To understand the secret to his success, I believe its
crucial to look at how he spent his downtime and just how
much of it he had.

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One of his main hobbies as a young man was hanging


out every Friday with a group of guys who were seriously
into books and talking about ideas. The group would
agree on a topic to discuss at the next meeting, and each
would read what he could on the subject so he could
come back prepared to argue. Books, however, were hard
to come by in Philadelphia back then; many needed to be
ordered from England. Franklins group realized it would
be nice to keep all their books in one place so they could
check one anothers references easilya concept that led
eventually to the great and historic public library now
called the Library Company of Philadelphia.
Franklin did not found the library when he was around
age twenty-five to make money for his printing business,
nor was it part of a government position he held. He
simply put time into founding this library because he
enjoyed talking about ideas, especially ideas that would
lead to improving himself and the world around him. He
loved literature and art. He even wrote some music for
his wife.2 And, famously, he was an incurable flirt, spending a great deal of time wrapped in that pursuit after his
wifes death.3 He was also the original American self-help
junkie. He tried vegetarianism briefly because hed read
about it in a bookand loved all the money he saved.
Plus, he poured tons of time and energy into developing a
plan to practice his now famous thirteen virtues. Of those
thirteen virtues, one jumps out as seemingly relevant for
anyone trying to pack in as much work in a day as pos-

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sible: the virtue of Order (i.e., being organized). Franklin


claimed he never really got good at that one, writing in
his autobiography, In truth, I found myself incorrigible
with respect to Order; and now I am grown old, and my
memory bad, I feel very sensibly the want of it.
He earned a reputation for enjoying the many pleasures
of lifefrom learning to socializing to flirting to creating. It seems dazzling that he could do so much work
professionally and still enjoy so much hobby, leisure, and
social time. So how did he do it?
Every day he created the mental and biological conditions for peak effectiveness, and in those periods of effectiveness, he accomplished extraordinary things. He did
not cram tasks related to his printing business into every
available hour. In fact, in a plan he drew up for how to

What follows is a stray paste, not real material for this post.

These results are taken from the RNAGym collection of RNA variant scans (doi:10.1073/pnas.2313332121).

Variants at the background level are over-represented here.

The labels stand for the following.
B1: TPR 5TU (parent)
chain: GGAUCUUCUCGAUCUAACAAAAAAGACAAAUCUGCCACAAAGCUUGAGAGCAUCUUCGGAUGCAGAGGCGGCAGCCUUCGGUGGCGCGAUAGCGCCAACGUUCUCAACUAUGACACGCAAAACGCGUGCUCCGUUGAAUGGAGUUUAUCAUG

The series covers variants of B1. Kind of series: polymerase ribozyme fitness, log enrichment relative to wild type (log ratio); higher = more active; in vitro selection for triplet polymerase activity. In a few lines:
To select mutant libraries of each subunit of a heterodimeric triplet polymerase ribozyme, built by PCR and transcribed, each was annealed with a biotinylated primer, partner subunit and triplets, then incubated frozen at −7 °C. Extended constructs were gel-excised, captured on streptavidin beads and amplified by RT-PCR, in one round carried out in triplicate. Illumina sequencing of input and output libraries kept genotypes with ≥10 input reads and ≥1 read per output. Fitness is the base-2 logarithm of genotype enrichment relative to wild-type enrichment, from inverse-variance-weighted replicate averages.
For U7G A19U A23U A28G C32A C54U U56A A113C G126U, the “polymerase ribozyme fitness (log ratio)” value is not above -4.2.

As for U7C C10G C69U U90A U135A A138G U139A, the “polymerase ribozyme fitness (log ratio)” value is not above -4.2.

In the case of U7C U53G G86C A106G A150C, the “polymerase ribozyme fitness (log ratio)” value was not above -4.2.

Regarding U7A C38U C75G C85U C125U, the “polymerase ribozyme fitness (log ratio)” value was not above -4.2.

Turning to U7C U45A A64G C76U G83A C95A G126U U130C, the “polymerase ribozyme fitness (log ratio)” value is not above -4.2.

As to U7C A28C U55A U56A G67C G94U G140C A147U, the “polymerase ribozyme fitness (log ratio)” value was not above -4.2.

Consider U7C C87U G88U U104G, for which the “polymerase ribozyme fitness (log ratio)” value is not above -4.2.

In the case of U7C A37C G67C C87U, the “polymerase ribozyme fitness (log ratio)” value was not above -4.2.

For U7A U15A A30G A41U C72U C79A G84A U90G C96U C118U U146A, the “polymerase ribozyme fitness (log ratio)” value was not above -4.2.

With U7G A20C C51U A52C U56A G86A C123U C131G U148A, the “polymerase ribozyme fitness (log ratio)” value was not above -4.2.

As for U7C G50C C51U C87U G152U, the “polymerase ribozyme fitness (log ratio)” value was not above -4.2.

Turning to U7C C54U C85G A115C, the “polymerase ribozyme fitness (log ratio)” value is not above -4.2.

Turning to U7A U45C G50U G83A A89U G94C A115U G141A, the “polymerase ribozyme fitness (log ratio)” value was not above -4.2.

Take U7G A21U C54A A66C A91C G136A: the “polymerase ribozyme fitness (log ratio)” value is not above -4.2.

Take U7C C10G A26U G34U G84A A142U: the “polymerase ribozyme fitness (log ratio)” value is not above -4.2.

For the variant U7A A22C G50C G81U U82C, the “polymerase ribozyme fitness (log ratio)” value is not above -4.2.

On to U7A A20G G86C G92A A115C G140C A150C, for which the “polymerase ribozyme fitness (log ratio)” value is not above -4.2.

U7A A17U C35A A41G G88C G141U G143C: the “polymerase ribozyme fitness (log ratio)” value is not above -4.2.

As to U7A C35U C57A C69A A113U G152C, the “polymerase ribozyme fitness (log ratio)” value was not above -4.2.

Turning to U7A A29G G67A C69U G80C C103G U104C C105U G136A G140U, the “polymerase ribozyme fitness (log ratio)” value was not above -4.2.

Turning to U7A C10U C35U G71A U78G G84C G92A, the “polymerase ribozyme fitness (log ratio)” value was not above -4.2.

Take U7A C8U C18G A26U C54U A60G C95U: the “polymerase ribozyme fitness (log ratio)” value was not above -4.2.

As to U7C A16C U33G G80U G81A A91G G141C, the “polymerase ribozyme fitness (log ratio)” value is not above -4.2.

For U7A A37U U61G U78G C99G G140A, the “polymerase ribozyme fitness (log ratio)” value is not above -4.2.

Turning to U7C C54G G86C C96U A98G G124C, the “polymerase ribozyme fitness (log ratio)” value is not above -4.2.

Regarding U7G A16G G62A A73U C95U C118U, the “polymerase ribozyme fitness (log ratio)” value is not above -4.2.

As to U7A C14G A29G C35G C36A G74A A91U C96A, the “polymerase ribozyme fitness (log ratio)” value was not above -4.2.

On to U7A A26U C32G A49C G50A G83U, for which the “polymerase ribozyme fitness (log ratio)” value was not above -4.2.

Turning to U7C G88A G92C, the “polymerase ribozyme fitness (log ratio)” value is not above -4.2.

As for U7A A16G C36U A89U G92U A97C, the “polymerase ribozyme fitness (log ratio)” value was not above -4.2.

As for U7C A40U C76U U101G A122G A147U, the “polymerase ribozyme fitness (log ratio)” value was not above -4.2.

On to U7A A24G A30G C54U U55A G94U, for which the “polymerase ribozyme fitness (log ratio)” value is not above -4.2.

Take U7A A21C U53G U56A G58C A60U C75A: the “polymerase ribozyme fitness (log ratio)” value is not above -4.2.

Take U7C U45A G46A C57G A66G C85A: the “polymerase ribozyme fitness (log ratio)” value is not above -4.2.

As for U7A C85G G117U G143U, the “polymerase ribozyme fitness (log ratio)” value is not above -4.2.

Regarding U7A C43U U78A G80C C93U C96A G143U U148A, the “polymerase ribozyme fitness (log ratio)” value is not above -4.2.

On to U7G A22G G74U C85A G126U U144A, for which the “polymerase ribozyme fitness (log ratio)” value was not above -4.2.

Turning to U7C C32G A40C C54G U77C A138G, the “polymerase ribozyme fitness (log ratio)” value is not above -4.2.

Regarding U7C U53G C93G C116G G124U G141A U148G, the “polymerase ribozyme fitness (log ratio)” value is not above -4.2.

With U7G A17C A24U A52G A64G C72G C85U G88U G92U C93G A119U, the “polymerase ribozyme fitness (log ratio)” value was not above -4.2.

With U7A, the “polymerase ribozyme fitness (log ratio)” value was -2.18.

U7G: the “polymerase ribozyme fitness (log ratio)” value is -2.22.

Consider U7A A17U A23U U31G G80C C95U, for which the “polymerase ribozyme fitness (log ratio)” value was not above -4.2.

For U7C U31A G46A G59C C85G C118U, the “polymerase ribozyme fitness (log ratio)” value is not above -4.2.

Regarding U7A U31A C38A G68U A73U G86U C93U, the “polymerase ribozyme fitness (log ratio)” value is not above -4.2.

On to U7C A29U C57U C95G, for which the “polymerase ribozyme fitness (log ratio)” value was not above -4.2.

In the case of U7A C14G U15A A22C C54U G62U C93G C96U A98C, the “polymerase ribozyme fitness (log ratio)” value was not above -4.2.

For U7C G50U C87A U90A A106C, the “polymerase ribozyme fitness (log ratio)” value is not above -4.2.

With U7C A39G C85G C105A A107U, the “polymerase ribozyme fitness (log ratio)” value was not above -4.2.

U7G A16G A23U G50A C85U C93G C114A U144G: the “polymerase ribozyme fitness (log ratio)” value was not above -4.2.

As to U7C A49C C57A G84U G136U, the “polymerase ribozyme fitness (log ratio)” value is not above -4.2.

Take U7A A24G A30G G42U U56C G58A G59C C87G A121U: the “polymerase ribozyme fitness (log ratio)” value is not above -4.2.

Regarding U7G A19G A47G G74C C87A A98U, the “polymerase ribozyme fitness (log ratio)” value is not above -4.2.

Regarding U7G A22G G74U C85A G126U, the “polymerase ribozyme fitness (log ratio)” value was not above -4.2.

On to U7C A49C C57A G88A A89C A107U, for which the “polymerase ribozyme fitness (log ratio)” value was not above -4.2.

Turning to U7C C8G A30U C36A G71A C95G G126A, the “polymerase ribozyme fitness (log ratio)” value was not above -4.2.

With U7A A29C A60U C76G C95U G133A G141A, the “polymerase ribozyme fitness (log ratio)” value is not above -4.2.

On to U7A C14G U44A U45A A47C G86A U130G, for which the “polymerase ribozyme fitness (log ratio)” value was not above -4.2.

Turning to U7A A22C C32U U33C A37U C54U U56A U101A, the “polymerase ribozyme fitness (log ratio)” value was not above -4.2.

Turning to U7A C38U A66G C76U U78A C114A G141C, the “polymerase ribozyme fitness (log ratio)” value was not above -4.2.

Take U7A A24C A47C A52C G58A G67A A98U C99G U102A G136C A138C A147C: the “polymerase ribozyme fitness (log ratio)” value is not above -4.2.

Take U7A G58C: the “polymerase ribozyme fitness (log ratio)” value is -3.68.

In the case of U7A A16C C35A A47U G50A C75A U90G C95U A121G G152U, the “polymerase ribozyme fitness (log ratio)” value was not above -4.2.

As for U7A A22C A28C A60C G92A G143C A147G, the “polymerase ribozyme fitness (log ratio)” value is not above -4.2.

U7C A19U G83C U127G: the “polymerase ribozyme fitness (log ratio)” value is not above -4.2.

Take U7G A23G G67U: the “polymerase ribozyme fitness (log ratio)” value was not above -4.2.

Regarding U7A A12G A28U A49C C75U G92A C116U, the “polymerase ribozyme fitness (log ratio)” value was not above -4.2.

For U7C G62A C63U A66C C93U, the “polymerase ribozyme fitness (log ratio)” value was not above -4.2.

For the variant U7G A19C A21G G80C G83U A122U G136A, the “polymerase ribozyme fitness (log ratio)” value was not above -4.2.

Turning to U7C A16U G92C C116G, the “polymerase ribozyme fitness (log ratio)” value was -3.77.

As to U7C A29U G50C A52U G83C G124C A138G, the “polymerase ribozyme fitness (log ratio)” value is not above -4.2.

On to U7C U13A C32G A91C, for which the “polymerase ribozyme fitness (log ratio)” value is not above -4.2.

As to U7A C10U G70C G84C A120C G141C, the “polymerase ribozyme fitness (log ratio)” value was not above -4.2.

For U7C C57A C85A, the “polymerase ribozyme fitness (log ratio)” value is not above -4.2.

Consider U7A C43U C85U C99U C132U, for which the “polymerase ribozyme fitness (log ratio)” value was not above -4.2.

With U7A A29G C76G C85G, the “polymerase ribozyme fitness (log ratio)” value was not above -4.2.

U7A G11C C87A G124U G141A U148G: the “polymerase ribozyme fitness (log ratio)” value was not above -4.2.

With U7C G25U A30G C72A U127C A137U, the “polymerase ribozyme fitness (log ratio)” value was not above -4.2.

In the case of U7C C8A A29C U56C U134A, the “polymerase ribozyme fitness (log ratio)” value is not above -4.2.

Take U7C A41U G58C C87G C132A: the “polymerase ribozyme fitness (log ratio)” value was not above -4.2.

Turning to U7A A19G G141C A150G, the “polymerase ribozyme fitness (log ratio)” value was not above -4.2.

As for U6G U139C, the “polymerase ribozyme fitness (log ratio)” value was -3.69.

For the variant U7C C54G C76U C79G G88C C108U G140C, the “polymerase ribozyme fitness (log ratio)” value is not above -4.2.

spend his days he included time for a two-hour break for
lunch and other things, time in the evening for music
or diversion, or conversation, and a full nights sleep. It
was probably because he made time for pleasure, learning, creativity, entertainment, physical health, family, and
social connection that he was so successful in his moneymaking work, rather than in spite of it.
Devoting all of his time to his printing business rather
than his other interests would have been the most efficient
use of his time. But imagine how little we would know
of him had he done so, had he never reserved the mental
space and energy for his many inventions, for his philanthropy, and perhaps even for his printing empire.

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Which Benjamin Franklin do you want to be: the


one who carved out time for his hobbies and social pastimes, jumping from interest to interest? Or the one who
outperformed his competitors to become a productive,
well-regarded, and wealthy businessman? These days, it
seems there isnt enough time for both, so we must choose
to either enjoy life or succeed. The good news is that this
is a false choice. We feel pressured to choose when we
mistakenly assume that productivity depends on finding
enough hours in the day.
The Efficienc y T rap

While helping high-


level executives and professionals
become more effective, Ive learned that regardless of how
high up the ladder we are, we typically respond to being
overwhelmed by work in two ways. One is to force ourselves to stay on task without breaks in order to make the
most efficient use of our days. The other is to work more
hoursand to ask anyone who works for us to do so
tooto make the most efficient use of our weeks. Underlying both of these solutions is the belief that to manage